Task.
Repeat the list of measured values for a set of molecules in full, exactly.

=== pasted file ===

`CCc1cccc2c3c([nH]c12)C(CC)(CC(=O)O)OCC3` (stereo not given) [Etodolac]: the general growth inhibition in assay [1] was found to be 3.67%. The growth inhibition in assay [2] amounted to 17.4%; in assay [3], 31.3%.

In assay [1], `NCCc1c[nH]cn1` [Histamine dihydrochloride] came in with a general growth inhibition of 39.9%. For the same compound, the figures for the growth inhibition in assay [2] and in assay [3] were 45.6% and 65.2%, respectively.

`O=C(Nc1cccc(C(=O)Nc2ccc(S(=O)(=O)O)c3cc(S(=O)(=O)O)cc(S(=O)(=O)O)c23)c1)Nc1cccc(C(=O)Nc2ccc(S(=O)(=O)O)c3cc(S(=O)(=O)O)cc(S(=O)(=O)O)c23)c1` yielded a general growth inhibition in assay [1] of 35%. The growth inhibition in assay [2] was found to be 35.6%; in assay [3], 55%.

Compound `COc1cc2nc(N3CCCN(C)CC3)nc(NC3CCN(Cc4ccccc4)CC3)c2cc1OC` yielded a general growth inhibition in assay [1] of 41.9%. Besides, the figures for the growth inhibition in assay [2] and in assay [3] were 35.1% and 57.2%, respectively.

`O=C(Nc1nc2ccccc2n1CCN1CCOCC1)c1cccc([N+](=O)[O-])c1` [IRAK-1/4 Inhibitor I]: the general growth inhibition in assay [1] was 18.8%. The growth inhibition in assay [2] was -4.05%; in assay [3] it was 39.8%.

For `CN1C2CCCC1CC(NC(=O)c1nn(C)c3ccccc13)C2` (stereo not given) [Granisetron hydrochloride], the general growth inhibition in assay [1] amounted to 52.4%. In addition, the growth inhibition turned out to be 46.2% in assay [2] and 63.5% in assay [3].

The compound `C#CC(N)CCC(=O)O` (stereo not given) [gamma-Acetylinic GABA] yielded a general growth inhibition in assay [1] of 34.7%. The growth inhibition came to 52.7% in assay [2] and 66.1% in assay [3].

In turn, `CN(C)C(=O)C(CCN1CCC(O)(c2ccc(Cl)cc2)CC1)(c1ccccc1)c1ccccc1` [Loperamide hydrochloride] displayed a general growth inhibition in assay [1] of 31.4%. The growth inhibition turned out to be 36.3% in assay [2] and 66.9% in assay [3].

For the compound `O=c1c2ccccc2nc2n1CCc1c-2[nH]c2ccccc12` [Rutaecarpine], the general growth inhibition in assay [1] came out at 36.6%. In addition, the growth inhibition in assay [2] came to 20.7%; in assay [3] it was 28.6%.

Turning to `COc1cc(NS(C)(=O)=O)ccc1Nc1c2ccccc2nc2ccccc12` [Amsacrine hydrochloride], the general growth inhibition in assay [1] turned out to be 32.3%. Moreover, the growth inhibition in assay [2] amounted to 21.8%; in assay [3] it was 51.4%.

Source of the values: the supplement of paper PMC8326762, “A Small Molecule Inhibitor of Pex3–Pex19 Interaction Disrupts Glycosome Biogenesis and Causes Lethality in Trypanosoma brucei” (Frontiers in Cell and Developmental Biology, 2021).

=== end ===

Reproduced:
`CCc1cccc2c3c([nH]c12)C(CC)(CC(=O)O)OCC3` (stereo not given) [Etodolac]: the general growth inhibition in assay [1] was found to be 3.67%. The growth inhibition in assay [2] amounted to 17.4%; in assay [3], 31.3%.

In assay [1], `NCCc1c[nH]cn1` [Histamine dihydrochloride] came in with a general growth inhibition of 39.9%. For the same compound, the figures for the growth inhibition in assay [2] and in assay [3] were 45.6% and 65.2%, respectively.

`O=C(Nc1cccc(C(=O)Nc2ccc(S(=O)(=O)O)c3cc(S(=O)(=O)O)cc(S(=O)(=O)O)c23)c1)Nc1cccc(C(=O)Nc2ccc(S(=O)(=O)O)c3cc(S(=O)(=O)O)cc(S(=O)(=O)O)c23)c1` yielded a general growth inhibition in assay [1] of 35%. The growth inhibition in assay [2] was found to be 35.6%; in assay [3], 55%.

Compound `COc1cc2nc(N3CCCN(C)CC3)nc(NC3CCN(Cc4ccccc4)CC3)c2cc1OC` yielded a general growth inhibition in assay [1] of 41.9%. Besides, the figures for the growth inhibition in assay [2] and in assay [3] were 35.1% and 57.2%, respectively.

`O=C(Nc1nc2ccccc2n1CCN1CCOCC1)c1cccc([N+](=O)[O-])c1` [IRAK-1/4 Inhibitor I]: the general growth inhibition in assay [1] was 18.8%. The growth inhibition in assay [2] was -4.05%; in assay [3] it was 39.8%.

For `CN1C2CCCC1CC(NC(=O)c1nn(C)c3ccccc13)C2` (stereo not given) [Granisetron hydrochloride], the general growth inhibition in assay [1] amounted to 52.4%. In addition, the growth inhibition turned out to be 46.2% in assay [2] and 63.5% in assay [3].

The compound `C#CC(N)CCC(=O)O` (stereo not given) [gamma-Acetylinic GABA] yielded a general growth inhibition in assay [1] of 34.7%. The growth inhibition came to 52.7% in assay [2] and 66.1% in assay [3].

In turn, `CN(C)C(=O)C(CCN1CCC(O)(c2ccc(Cl)cc2)CC1)(c1ccccc1)c1ccccc1` [Loperamide hydrochloride] displayed a general growth inhibition in assay [1] of 31.4%. The growth inhibition turned out to be 36.3% in assay [2] and 66.9% in assay [3].

For the compound `O=c1c2ccccc2nc2n1CCc1c-2[nH]c2ccccc12` [Rutaecarpine], the general growth inhibition in assay [1] came out at 36.6%. In addition, the growth inhibition in assay [2] came to 20.7%; in assay [3] it was 28.6%.

Turning to `COc1cc(NS(C)(=O)=O)ccc1Nc1c2ccccc2nc2ccccc12` [Amsacrine hydrochloride], the general growth inhibition in assay [1] turned out to be 32.3%. Moreover, the growth inhibition in assay [2] amounted to 21.8%; in assay [3] it was 51.4%.

Source of the values: the supplement of paper PMC8326762, “A Small Molecule Inhibitor of Pex3–Pex19 Interaction Disrupts Glycosome Biogenesis and Causes Lethality in Trypanosoma brucei” (Frontiers in Cell and Developmental Biology, 2021).